Tag Archives: Washington DC

On the Road: D.C.

This will be one of those “a picture is [hopefully] worth a thousand words” posts. Although unfortunately, you end up getting nearly a thousand words as well. My little digital camera must have been near capacity when we got home last week from five days in Washington D.C. I can’t resist sharing some of the favorite sites and best bites of the week.

farmers marketWe hit the Dupont Circle farmers market on Sunday, which was a big treat. This proved to be somefarmers marketfarmers market of the most springy color we saw all week! A bit early for all the blossoms. I was thrilled to find YARN for sale at this market. And yes, I bought a bunch. 

WA monument 

Sunday afternoon we spent time visiting a few of the monuments in town. I’d never been to the Lincoln Memorial, which is really impressive and moving. This is the view from the steps, looking back down the mall toward the Washington Monument.                                

We spent a few hours in the Natural History Museum, particularly enthralled by the amazing stones, minerals and gems. There is a Butterflyspecial butterfly exhibit there now, including a live butterfly pavilion (which requires advance tickets and timed entry). It was amazing. This butterfly really grabbed my attention, looking every bit like an owl’s eye sitting there. Its interior wing coloration is brilliant blue. So cool.                  

Navy MemorialWalking down Pennsylvania one morning, we happened upon the Navy Memorial. My dad was a career Navy man (which in large part explains why three of us four kids were born on Pacific islands), so this was a touching connection for me. Particularly seeing the bronze panel devoted to the “Sea Bees” — the “can-do” Contruction Battalion division that my father was in.

Any place we vacation, I’m always interested in checking out local
orchidsbotanical gardens. It’s the frustrated gardener in me, I guess. I love seeing lush, colorful, inspiring gardens. (This is one of my all-time favorites, on Kauai.) I was surprised to find that the US Botanic Garden was just steps from the front of the US Capitol. It features an amazing orchid display right now, went nuts shooting many of the flowers.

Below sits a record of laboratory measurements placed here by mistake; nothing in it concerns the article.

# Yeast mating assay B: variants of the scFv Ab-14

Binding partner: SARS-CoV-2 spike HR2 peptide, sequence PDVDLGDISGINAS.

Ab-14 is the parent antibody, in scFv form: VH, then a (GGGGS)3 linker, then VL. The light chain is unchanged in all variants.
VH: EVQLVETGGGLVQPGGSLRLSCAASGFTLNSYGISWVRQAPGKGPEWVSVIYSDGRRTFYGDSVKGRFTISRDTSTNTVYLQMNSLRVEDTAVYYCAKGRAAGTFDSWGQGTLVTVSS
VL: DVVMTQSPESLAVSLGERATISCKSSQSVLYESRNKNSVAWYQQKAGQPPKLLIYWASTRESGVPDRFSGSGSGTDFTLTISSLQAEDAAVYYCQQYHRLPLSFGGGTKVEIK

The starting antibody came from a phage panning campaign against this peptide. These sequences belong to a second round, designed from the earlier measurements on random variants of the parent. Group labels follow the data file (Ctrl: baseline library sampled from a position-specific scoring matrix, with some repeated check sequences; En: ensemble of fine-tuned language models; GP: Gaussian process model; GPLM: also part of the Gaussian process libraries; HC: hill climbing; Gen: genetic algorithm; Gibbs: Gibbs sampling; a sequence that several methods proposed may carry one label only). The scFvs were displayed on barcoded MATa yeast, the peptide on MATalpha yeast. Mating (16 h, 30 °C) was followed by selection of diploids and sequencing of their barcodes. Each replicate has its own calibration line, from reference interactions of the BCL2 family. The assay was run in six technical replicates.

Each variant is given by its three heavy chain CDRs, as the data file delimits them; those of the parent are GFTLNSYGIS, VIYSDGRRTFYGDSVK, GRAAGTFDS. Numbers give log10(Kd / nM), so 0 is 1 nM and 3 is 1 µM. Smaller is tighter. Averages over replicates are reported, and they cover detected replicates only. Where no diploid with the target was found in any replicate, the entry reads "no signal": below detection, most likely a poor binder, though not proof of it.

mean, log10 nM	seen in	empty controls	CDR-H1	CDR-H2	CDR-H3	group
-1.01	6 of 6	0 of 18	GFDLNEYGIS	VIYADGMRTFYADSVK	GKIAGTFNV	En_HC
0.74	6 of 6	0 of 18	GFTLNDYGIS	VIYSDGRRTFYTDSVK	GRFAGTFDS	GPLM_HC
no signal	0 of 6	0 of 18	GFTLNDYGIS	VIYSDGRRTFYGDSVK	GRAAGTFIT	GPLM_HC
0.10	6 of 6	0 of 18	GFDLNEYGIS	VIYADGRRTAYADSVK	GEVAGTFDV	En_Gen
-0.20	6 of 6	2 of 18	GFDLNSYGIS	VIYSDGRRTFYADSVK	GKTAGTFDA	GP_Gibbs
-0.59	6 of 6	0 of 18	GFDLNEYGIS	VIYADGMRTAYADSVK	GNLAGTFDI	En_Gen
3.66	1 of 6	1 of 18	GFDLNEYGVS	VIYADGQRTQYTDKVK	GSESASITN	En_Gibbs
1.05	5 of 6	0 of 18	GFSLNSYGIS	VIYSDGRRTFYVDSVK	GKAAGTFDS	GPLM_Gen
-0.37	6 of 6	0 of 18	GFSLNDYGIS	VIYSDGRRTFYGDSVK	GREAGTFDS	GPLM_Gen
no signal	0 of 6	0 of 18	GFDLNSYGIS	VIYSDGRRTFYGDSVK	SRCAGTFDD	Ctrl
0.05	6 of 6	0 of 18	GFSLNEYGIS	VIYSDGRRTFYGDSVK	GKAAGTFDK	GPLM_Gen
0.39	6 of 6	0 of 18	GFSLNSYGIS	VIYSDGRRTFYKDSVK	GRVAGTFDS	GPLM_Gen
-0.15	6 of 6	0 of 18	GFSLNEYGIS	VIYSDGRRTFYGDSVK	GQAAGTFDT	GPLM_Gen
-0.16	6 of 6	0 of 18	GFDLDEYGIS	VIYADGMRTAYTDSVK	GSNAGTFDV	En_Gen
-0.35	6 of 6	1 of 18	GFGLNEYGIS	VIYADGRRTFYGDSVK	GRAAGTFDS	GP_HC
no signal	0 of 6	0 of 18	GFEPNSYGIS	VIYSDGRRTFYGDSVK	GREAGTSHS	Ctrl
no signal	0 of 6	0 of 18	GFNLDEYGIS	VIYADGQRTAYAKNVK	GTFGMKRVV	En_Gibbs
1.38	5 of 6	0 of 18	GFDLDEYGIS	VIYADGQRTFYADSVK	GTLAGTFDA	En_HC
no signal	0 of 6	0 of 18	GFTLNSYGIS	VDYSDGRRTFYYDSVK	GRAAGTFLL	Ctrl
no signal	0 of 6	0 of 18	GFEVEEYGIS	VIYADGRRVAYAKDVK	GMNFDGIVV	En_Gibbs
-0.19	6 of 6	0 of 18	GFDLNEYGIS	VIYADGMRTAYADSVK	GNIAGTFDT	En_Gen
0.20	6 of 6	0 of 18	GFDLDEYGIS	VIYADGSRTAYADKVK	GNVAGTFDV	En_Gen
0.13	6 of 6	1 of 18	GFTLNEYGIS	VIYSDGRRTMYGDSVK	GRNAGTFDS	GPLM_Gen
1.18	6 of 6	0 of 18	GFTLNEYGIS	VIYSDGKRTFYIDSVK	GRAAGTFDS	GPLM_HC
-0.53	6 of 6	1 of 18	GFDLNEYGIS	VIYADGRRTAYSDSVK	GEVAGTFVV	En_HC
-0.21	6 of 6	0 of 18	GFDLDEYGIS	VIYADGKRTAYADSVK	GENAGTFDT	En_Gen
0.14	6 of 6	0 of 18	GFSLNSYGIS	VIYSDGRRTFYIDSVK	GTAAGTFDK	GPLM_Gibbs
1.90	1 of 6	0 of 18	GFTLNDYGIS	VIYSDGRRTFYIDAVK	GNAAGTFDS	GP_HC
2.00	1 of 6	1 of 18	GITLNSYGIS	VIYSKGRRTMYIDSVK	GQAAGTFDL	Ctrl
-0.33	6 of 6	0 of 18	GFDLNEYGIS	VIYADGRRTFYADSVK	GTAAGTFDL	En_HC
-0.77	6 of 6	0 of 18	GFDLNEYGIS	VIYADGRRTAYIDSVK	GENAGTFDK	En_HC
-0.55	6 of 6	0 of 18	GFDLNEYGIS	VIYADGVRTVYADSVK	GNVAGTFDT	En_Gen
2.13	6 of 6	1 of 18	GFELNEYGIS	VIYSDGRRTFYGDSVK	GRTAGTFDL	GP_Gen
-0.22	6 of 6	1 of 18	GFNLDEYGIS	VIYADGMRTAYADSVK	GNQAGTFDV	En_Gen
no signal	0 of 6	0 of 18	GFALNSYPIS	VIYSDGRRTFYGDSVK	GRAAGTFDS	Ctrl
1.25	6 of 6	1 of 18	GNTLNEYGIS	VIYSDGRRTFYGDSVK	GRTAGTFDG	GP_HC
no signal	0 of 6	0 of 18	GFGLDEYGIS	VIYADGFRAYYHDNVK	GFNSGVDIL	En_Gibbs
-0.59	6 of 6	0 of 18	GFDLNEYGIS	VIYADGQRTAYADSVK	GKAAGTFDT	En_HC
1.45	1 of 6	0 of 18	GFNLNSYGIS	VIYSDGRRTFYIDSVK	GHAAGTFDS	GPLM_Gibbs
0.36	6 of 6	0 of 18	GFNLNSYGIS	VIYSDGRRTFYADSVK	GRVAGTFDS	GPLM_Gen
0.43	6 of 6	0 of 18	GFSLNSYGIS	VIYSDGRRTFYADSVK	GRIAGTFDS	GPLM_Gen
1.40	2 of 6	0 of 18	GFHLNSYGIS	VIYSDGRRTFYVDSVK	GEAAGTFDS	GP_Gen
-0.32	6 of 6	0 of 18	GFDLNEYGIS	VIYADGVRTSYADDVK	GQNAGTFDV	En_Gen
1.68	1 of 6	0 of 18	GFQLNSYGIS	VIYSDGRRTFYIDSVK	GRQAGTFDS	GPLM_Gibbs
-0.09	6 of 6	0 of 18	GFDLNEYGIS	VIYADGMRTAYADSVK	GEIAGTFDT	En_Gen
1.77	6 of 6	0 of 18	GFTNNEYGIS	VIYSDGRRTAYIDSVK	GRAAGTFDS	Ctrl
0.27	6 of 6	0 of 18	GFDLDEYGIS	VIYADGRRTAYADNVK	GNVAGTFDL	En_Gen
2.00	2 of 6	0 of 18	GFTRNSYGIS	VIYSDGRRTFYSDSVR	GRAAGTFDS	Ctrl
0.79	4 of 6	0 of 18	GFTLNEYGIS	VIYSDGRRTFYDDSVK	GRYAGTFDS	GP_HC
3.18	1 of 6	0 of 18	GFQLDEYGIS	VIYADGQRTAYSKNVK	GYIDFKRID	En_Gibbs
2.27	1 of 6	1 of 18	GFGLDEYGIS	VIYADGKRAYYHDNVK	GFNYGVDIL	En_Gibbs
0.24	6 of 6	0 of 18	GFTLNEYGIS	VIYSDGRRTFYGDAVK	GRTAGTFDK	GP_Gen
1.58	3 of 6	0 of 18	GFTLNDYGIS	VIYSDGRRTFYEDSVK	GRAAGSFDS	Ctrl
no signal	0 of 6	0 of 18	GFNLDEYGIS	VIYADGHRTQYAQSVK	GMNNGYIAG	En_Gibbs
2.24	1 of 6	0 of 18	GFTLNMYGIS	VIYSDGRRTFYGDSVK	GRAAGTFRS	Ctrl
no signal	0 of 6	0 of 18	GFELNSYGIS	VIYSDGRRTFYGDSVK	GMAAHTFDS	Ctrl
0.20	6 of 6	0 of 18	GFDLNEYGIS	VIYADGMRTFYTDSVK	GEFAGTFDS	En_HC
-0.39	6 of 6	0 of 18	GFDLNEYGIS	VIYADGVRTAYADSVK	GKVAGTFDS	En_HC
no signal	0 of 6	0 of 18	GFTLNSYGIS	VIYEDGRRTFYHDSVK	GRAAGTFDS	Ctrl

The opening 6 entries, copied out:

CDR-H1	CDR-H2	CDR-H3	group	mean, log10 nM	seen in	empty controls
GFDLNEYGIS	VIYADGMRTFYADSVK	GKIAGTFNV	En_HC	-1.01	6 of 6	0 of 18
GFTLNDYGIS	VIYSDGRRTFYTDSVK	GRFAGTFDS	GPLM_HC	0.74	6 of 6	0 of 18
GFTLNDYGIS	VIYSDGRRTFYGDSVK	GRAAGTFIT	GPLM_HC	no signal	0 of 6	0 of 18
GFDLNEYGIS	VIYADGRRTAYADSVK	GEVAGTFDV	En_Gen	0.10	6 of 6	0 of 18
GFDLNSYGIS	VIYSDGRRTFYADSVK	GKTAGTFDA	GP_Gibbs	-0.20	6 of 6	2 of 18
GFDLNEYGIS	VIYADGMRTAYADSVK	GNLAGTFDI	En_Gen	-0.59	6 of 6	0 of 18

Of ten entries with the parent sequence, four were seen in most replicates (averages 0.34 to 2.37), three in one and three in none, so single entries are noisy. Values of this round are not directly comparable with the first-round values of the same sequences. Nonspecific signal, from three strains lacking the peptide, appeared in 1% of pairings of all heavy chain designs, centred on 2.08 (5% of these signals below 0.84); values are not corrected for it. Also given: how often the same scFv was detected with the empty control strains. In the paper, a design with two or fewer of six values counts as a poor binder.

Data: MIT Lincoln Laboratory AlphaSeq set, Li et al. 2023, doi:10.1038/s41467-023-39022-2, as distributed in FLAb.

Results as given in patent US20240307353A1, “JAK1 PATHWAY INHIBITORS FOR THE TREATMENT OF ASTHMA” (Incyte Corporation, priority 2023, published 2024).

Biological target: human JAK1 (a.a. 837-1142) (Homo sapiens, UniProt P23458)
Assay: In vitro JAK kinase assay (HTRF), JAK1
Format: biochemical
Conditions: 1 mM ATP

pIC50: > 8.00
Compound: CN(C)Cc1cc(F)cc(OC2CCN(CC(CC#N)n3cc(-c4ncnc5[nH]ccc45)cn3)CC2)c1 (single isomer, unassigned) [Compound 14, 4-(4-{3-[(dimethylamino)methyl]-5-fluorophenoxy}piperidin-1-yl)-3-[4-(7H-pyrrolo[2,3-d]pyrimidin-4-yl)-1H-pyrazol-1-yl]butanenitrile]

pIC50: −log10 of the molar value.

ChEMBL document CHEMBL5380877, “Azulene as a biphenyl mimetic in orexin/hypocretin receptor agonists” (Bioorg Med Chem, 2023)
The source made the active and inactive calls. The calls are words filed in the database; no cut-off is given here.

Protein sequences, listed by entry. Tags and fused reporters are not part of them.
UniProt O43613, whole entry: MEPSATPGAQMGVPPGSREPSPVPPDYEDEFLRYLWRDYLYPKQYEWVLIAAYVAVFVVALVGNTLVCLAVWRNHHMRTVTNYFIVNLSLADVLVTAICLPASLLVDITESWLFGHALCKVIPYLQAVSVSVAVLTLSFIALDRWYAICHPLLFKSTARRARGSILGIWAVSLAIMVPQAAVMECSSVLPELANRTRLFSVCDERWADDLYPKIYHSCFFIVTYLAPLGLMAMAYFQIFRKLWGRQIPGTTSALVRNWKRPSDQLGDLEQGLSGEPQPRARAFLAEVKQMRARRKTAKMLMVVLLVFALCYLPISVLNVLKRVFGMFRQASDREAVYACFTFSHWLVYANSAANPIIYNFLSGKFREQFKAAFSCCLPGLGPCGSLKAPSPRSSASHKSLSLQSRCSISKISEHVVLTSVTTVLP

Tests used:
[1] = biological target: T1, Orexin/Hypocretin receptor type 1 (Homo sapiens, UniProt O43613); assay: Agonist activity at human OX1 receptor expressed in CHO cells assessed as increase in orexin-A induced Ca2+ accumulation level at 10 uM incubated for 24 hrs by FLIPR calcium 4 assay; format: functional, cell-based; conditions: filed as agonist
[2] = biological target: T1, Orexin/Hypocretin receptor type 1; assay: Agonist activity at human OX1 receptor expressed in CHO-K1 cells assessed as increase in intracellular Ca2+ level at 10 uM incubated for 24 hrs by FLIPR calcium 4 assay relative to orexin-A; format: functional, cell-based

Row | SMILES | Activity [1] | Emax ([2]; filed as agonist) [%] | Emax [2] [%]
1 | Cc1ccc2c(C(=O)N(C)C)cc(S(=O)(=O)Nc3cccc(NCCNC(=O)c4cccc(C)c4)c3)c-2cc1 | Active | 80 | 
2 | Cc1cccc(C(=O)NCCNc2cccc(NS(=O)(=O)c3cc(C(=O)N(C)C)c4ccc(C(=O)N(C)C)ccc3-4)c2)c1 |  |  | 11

Papayas growing in the botanic garden. I’ve always been jealous of the years my family lived in Hawaii before I was born. Apparently there was a papaya tree in the backyard. I’m still not over it. I don’t really care to live in a tropical climate, but the idea of walking outside to pluck a papaya is mesmerizing.                   

crispy porkHere’s a sample of our lunch at The Source, a new Wolfgang Puck restaurant in town. It’s connected to the Newseum, a news-focused interactive museum that will be opening April 11. (A cool feature out front is print-outs of that mornings front pages from a newspaper in each of the 50 states, plus a handful of international papers.) Anyway, this lunch started with a plate of Crispy Suckling Pig with Black Plum Puree, Pickled Cipollini and Sweet Bean. Really, really delicious.                                                       

slidersWe stopped in to Zola a couple of times for a drink and a bite. These are their Shrimp and Lobster Sliders from the bar menu. Very tasty. Zola’s next door to The International Spy Museum which we went to one day. Tons of memorabelia, information, background, interviews with former spies, etc. Slick, busy, more commercial than many DC museums, but a fun option for culture of a different kind.

banana split

This photo barely does justice to this delicious dessert at Central. A most perfect banana split. I already can’t wait to return to DC just to have that dessert again.


houseIn the National Gallery of Art’s sculpture garden, this was my favorite: an optical illusion of a house created by Roy Lichtenstein, the perspective shifts visually as you move from side to side. 

Library of CongressOne of many photos I took in the Library of Congress. What a stunning interior, so much craftsmanship, beautiful materials, interesting stories to be told by the figures and designs. The ornateness of every detail–mosaics, columns, lighting, color, statues, inlaid stonework–it was nearly sensory overload. I could have spent another hour or two in there.

Lunch at Oyamel on our last day was a treat. I’ll definitely return oyamelhere for dinner sometime, particularly for a dose of that delicious-looking tableside guacamole they whip up. Here’s my “gaspacho estilo Morelia” which is a sort of chunky salad with jicama, mangoes, cucumber, jalapeno and orange. Wonderful.                            

Oh, there are so many more shots to share, bites to recount, museums and other experiences to regale you with. But I simply have to call it a night! There will be other travels, other meals, other adventures to share with you soon enough.

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